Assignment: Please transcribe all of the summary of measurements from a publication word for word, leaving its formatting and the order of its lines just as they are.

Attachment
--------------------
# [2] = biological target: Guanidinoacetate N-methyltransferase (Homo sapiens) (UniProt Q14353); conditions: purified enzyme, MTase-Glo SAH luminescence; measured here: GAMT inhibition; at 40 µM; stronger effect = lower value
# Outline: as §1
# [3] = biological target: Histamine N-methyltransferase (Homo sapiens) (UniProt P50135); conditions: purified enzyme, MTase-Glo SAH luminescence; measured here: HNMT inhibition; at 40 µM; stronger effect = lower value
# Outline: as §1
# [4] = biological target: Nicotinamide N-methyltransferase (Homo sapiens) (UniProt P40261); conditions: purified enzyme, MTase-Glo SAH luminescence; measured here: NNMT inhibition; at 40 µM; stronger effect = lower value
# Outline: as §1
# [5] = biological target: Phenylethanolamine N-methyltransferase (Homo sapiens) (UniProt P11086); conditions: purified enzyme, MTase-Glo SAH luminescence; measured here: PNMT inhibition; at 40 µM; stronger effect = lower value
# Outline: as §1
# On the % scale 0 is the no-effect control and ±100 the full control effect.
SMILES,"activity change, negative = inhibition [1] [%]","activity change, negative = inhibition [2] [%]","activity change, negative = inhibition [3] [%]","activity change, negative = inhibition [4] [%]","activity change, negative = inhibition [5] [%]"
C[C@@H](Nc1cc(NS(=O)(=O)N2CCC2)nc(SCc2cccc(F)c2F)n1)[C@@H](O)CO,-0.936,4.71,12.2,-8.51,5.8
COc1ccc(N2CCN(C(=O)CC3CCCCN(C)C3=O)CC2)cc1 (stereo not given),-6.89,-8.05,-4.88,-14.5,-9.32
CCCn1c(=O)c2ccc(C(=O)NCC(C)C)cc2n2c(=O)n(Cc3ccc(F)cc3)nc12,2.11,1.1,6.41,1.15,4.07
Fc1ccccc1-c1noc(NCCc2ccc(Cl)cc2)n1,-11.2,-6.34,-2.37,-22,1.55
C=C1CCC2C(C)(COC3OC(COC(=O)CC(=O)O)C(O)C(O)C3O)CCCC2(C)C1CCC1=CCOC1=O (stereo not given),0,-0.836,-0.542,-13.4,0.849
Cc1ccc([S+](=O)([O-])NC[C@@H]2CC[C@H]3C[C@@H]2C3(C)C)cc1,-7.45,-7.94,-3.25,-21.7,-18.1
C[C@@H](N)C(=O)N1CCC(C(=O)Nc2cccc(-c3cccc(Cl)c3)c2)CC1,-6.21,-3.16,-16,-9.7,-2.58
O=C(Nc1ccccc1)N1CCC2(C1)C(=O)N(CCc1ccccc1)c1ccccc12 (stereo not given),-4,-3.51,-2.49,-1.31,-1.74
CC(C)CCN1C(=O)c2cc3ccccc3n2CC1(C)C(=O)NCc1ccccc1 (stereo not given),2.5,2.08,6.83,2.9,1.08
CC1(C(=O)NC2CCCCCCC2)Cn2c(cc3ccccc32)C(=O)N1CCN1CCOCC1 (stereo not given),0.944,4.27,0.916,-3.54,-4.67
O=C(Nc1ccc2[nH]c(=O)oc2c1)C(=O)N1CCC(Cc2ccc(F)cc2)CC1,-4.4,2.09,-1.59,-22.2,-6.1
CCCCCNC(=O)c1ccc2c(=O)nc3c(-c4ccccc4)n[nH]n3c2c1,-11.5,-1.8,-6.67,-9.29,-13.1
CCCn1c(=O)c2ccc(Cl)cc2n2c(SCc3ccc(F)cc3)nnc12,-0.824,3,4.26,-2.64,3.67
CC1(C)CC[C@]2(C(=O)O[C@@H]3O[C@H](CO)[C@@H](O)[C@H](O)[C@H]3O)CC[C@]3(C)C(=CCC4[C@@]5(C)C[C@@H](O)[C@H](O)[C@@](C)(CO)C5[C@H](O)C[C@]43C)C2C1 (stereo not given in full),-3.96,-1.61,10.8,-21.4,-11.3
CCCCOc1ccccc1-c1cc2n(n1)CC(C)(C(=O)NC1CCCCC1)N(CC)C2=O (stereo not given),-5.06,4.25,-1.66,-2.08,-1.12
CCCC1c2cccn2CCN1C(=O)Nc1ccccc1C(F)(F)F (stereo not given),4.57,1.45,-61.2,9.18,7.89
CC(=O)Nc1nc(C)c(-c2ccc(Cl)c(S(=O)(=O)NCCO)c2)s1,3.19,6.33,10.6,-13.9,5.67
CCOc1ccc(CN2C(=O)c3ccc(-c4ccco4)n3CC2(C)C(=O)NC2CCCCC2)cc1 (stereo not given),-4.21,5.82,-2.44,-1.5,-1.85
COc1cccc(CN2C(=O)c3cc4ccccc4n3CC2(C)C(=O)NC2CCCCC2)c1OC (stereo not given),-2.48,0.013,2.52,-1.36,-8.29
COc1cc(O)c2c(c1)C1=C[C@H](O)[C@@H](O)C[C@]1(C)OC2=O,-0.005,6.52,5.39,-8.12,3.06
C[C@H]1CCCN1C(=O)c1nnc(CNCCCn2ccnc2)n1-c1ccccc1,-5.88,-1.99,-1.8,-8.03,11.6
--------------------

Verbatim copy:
# [2] = biological target: Guanidinoacetate N-methyltransferase (Homo sapiens) (UniProt Q14353); conditions: purified enzyme, MTase-Glo SAH luminescence; measured here: GAMT inhibition; at 40 µM; stronger effect = lower value
# Outline: as §1
# [3] = biological target: Histamine N-methyltransferase (Homo sapiens) (UniProt P50135); conditions: purified enzyme, MTase-Glo SAH luminescence; measured here: HNMT inhibition; at 40 µM; stronger effect = lower value
# Outline: as §1
# [4] = biological target: Nicotinamide N-methyltransferase (Homo sapiens) (UniProt P40261); conditions: purified enzyme, MTase-Glo SAH luminescence; measured here: NNMT inhibition; at 40 µM; stronger effect = lower value
# Outline: as §1
# [5] = biological target: Phenylethanolamine N-methyltransferase (Homo sapiens) (UniProt P11086); conditions: purified enzyme, MTase-Glo SAH luminescence; measured here: PNMT inhibition; at 40 µM; stronger effect = lower value
# Outline: as §1
# On the % scale 0 is the no-effect control and ±100 the full control effect.
SMILES,"activity change, negative = inhibition [1] [%]","activity change, negative = inhibition [2] [%]","activity change, negative = inhibition [3] [%]","activity change, negative = inhibition [4] [%]","activity change, negative = inhibition [5] [%]"
C[C@@H](Nc1cc(NS(=O)(=O)N2CCC2)nc(SCc2cccc(F)c2F)n1)[C@@H](O)CO,-0.936,4.71,12.2,-8.51,5.8
COc1ccc(N2CCN(C(=O)CC3CCCCN(C)C3=O)CC2)cc1 (stereo not given),-6.89,-8.05,-4.88,-14.5,-9.32
CCCn1c(=O)c2ccc(C(=O)NCC(C)C)cc2n2c(=O)n(Cc3ccc(F)cc3)nc12,2.11,1.1,6.41,1.15,4.07
Fc1ccccc1-c1noc(NCCc2ccc(Cl)cc2)n1,-11.2,-6.34,-2.37,-22,1.55
C=C1CCC2C(C)(COC3OC(COC(=O)CC(=O)O)C(O)C(O)C3O)CCCC2(C)C1CCC1=CCOC1=O (stereo not given),0,-0.836,-0.542,-13.4,0.849
Cc1ccc([S+](=O)([O-])NC[C@@H]2CC[C@H]3C[C@@H]2C3(C)C)cc1,-7.45,-7.94,-3.25,-21.7,-18.1
C[C@@H](N)C(=O)N1CCC(C(=O)Nc2cccc(-c3cccc(Cl)c3)c2)CC1,-6.21,-3.16,-16,-9.7,-2.58
O=C(Nc1ccccc1)N1CCC2(C1)C(=O)N(CCc1ccccc1)c1ccccc12 (stereo not given),-4,-3.51,-2.49,-1.31,-1.74
CC(C)CCN1C(=O)c2cc3ccccc3n2CC1(C)C(=O)NCc1ccccc1 (stereo not given),2.5,2.08,6.83,2.9,1.08
CC1(C(=O)NC2CCCCCCC2)Cn2c(cc3ccccc32)C(=O)N1CCN1CCOCC1 (stereo not given),0.944,4.27,0.916,-3.54,-4.67
O=C(Nc1ccc2[nH]c(=O)oc2c1)C(=O)N1CCC(Cc2ccc(F)cc2)CC1,-4.4,2.09,-1.59,-22.2,-6.1
CCCCCNC(=O)c1ccc2c(=O)nc3c(-c4ccccc4)n[nH]n3c2c1,-11.5,-1.8,-6.67,-9.29,-13.1
CCCn1c(=O)c2ccc(Cl)cc2n2c(SCc3ccc(F)cc3)nnc12,-0.824,3,4.26,-2.64,3.67
CC1(C)CC[C@]2(C(=O)O[C@@H]3O[C@H](CO)[C@@H](O)[C@H](O)[C@H]3O)CC[C@]3(C)C(=CCC4[C@@]5(C)C[C@@H](O)[C@H](O)[C@@](C)(CO)C5[C@H](O)C[C@]43C)C2C1 (stereo not given in full),-3.96,-1.61,10.8,-21.4,-11.3
CCCCOc1ccccc1-c1cc2n(n1)CC(C)(C(=O)NC1CCCCC1)N(CC)C2=O (stereo not given),-5.06,4.25,-1.66,-2.08,-1.12
CCCC1c2cccn2CCN1C(=O)Nc1ccccc1C(F)(F)F (stereo not given),4.57,1.45,-61.2,9.18,7.89
CC(=O)Nc1nc(C)c(-c2ccc(Cl)c(S(=O)(=O)NCCO)c2)s1,3.19,6.33,10.6,-13.9,5.67
CCOc1ccc(CN2C(=O)c3ccc(-c4ccco4)n3CC2(C)C(=O)NC2CCCCC2)cc1 (stereo not given),-4.21,5.82,-2.44,-1.5,-1.85
COc1cccc(CN2C(=O)c3cc4ccccc4n3CC2(C)C(=O)NC2CCCCC2)c1OC (stereo not given),-2.48,0.013,2.52,-1.36,-8.29
COc1cc(O)c2c(c1)C1=C[C@H](O)[C@@H](O)C[C@]1(C)OC2=O,-0.005,6.52,5.39,-8.12,3.06
C[C@H]1CCCN1C(=O)c1nnc(CNCCCn2ccnc2)n1-c1ccccc1,-5.88,-1.99,-1.8,-8.03,11.6